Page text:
Floating Notes by Babak Lakghomi
Tyrant Books, 2018
120 pages / Tyrant
Selected Anonymous Marginalia, Volumes I-III ed. Liam Agrani
Life-Form Books, July 2018
198 pages / Life-Form
A normal summer storm once backed a foot of brown sewage up into my family’s basement. The walls had to be torn out, everything thrown away. My stored security object, Little Pillow, was ruined by the neighborhood’s poo. So were books, photos, many memories and their containers. For the insurance company my mother undertook a thorough operation in the garage: my brother and I would pull festering items from plastic garbage bags and she would write their names and monetary values in a notebook. In this way an unsentimental inventory of our family life was made, for purposes of reimbursement.[i] A book, unwritten, hovers just outside this inventory, which was a collaborative creation of rain, insurance company bureaucracy, and the people who tried to exist alongside these impersonal forces.
Reading Floating Notes brought to mind the ways our lives dissolve into other lives as experience, constantly changing and out of our control, flows through us and we through it. The narrator of Floating Notes is a man named Bob, but Bob is not his real name. He calls himself Bob because his real name, which is never revealed, is untenable in the place, which is never named, where he now finds himself living: “Coffee shops are among the places that I call myself Bob. I sometimes forget I am Bob and my coffee grows cold.” His name is not from the place where he lives now, and neither is he. He is from a different place, where there was a wife and a child and a river, and a past that often floats through Bob. To bob is to float on the flow’s surface, and that is what Bob tries to do.
“My father had a small boat back home, we fished from the river there.…I threw all of my books in the river before I left the country.” Fish was pulled out of the river that fed him; his books (were they books he had written? Books he had read? Both?) were thrown into the river that had fed him, and then he left the place with the river and arrived in a place, near the ocean, where his life further dissolves.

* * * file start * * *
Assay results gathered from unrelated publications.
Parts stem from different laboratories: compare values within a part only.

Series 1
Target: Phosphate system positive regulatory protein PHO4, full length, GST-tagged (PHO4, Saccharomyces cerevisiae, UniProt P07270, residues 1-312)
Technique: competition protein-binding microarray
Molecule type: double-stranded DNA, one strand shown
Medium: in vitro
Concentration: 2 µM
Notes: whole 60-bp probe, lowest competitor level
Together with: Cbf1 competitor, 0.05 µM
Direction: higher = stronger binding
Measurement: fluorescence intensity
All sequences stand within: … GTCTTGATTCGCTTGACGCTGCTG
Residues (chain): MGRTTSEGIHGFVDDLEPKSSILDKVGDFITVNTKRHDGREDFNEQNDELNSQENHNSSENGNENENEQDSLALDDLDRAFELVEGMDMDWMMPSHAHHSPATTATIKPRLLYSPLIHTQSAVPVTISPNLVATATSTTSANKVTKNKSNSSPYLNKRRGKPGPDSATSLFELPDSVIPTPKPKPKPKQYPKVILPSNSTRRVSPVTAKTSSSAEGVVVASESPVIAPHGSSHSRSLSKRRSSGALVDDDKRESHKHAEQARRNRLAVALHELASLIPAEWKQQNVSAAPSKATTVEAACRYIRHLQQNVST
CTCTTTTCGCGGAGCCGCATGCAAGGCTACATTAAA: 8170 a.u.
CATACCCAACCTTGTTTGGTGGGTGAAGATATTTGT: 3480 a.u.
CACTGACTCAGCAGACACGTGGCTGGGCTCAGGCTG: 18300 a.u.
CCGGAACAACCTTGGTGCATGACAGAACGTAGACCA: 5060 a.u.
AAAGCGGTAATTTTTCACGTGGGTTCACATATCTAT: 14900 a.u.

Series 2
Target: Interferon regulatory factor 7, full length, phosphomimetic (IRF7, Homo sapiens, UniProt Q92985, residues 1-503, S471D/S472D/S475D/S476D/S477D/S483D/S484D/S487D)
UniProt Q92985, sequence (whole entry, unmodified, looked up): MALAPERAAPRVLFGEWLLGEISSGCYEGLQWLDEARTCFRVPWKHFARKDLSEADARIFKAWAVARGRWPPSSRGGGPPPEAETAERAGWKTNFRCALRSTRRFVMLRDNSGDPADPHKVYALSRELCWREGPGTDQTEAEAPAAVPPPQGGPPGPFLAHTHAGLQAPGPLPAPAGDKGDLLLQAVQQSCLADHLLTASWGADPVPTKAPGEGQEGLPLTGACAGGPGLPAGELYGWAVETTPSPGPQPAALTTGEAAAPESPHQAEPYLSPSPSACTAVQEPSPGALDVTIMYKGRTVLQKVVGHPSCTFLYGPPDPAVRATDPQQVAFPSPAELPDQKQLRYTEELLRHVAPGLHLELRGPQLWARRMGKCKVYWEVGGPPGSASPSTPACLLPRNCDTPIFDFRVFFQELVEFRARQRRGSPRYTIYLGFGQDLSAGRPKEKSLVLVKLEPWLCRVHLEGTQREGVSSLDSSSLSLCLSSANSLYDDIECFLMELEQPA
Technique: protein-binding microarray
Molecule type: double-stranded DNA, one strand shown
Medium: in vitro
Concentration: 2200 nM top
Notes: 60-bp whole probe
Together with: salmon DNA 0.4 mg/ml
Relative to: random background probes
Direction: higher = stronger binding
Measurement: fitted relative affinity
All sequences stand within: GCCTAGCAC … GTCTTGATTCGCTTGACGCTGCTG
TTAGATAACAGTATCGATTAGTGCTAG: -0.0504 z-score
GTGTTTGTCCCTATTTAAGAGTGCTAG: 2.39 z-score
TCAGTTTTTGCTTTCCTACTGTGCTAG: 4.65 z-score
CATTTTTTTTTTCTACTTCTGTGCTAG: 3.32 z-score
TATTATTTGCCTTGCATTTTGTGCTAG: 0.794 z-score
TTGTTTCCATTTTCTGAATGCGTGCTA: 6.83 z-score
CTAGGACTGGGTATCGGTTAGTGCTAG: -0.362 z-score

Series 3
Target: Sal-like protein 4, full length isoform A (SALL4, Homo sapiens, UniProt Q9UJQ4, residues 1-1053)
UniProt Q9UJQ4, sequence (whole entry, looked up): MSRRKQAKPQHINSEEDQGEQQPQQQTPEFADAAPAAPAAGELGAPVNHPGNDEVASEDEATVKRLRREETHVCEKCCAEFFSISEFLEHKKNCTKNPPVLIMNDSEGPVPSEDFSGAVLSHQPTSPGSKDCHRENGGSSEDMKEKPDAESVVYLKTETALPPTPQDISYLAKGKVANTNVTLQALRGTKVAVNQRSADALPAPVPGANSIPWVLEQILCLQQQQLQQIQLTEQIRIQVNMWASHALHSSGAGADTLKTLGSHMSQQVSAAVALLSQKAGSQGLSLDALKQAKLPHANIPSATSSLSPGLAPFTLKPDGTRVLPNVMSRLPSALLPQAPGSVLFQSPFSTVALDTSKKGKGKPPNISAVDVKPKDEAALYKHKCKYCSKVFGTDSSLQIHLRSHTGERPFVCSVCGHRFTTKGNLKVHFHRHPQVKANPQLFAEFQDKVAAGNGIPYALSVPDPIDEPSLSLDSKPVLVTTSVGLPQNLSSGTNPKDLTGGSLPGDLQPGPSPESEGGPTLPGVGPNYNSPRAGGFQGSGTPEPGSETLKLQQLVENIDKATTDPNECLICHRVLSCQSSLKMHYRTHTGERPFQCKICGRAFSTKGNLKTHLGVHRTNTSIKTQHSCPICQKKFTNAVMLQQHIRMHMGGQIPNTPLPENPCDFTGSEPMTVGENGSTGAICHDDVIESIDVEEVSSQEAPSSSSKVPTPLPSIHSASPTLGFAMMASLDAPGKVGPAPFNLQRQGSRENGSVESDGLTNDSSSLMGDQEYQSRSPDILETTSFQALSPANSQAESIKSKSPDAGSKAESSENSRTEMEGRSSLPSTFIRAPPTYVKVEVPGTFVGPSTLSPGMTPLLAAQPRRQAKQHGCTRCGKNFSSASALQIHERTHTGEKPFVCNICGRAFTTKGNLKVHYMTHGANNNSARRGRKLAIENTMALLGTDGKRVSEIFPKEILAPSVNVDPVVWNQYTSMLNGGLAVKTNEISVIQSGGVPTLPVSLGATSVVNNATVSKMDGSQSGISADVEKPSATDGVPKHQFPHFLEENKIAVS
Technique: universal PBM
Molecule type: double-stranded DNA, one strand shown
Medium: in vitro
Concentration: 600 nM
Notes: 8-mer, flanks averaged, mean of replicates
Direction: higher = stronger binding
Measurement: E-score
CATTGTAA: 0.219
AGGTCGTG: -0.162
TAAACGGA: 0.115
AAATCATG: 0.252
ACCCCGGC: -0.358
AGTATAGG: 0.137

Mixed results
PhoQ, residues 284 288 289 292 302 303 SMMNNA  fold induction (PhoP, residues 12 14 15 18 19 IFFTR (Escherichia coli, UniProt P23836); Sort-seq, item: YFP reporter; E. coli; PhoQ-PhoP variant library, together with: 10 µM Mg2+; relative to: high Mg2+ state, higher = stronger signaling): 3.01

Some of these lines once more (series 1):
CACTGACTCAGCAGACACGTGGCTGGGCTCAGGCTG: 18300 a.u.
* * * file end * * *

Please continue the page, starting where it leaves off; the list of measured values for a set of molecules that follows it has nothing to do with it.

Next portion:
Bob is searching for words, and the meanings that rise from them, in this new place. Briefly he works an office job where “I always had my notebook open beneath the work folders.” It seems that as soon as Bob has something meaningful to him, it is lost. “Some of the notebooks were thrown into the river. Some of them were lost in a flood….Some nights I dream I am on my father’s boat and I’m fishing my old notebooks from the bottom of the river.”
People and things go missing inexplicably from Bob’s life, as if carried away by water. His wife and son vanish. His camera containing the only image he has of his wife—also vanishes. A malevolent someone or someones, who may or may not be connected with a dark car that Bob believes is surveilling him, may or may not be responsible for the disappearances.
Floating Notes is organized in chapters, most of them brief and notelike wherein an object or event from Bob’s past floats into the present, but having lost its context. Here is one entire chapter:
Some nights I wake up and hear a horse neighing.
Things happen to Bob and a plot emerges, yet there is the sense, for the reader, that the order of the chapters is aleatory. Early on in the book there is the dream-image of Bob fishing his notebooks from the river, which leads one to wonder, Are these pages pages that have drifted together? Is the sequence of events here, the plot, a chance creation of water?